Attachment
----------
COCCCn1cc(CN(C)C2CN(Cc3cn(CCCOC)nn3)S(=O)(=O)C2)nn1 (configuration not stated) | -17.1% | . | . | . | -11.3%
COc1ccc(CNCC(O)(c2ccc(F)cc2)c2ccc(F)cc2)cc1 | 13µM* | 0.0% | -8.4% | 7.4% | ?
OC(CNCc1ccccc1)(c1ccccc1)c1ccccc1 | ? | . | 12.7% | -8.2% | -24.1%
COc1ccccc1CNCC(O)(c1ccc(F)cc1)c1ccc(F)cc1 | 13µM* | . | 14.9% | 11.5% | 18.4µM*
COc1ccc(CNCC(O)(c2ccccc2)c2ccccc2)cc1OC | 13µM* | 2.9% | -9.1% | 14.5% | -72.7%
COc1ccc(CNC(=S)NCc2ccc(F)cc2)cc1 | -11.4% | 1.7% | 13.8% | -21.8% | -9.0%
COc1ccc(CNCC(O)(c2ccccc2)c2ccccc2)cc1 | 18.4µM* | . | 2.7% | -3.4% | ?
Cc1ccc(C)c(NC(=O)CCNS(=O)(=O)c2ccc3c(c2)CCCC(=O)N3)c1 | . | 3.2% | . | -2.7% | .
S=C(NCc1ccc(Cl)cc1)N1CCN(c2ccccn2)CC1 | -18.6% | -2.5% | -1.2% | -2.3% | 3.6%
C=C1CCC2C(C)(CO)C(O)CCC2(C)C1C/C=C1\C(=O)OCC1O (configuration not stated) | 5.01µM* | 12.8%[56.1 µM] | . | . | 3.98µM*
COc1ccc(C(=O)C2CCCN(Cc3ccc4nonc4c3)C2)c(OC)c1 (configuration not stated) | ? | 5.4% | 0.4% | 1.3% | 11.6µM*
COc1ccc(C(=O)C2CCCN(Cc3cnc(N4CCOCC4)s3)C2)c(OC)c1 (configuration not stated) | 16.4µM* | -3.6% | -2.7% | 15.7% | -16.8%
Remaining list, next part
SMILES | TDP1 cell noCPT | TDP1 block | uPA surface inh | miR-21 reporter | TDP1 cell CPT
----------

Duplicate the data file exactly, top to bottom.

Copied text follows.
COCCCn1cc(CN(C)C2CN(Cc3cn(CCCOC)nn3)S(=O)(=O)C2)nn1 (configuration not stated) | -17.1% | . | . | . | -11.3%
COc1ccc(CNCC(O)(c2ccc(F)cc2)c2ccc(F)cc2)cc1 | 13µM* | 0.0% | -8.4% | 7.4% | ?
OC(CNCc1ccccc1)(c1ccccc1)c1ccccc1 | ? | . | 12.7% | -8.2% | -24.1%
COc1ccccc1CNCC(O)(c1ccc(F)cc1)c1ccc(F)cc1 | 13µM* | . | 14.9% | 11.5% | 18.4µM*
COc1ccc(CNCC(O)(c2ccccc2)c2ccccc2)cc1OC | 13µM* | 2.9% | -9.1% | 14.5% | -72.7%
COc1ccc(CNC(=S)NCc2ccc(F)cc2)cc1 | -11.4% | 1.7% | 13.8% | -21.8% | -9.0%
COc1ccc(CNCC(O)(c2ccccc2)c2ccccc2)cc1 | 18.4µM* | . | 2.7% | -3.4% | ?
Cc1ccc(C)c(NC(=O)CCNS(=O)(=O)c2ccc3c(c2)CCCC(=O)N3)c1 | . | 3.2% | . | -2.7% | .
S=C(NCc1ccc(Cl)cc1)N1CCN(c2ccccn2)CC1 | -18.6% | -2.5% | -1.2% | -2.3% | 3.6%
C=C1CCC2C(C)(CO)C(O)CCC2(C)C1C/C=C1\C(=O)OCC1O (configuration not stated) | 5.01µM* | 12.8%[56.1 µM] | . | . | 3.98µM*
COc1ccc(C(=O)C2CCCN(Cc3ccc4nonc4c3)C2)c(OC)c1 (configuration not stated) | ? | 5.4% | 0.4% | 1.3% | 11.6µM*
COc1ccc(C(=O)C2CCCN(Cc3cnc(N4CCOCC4)s3)C2)c(OC)c1 (configuration not stated) | 16.4µM* | -3.6% | -2.7% | 15.7% | -16.8%
Remaining list, next part
SMILES | TDP1 cell noCPT | TDP1 block | uPA surface inh | miR-21 reporter | TDP1 cell CPT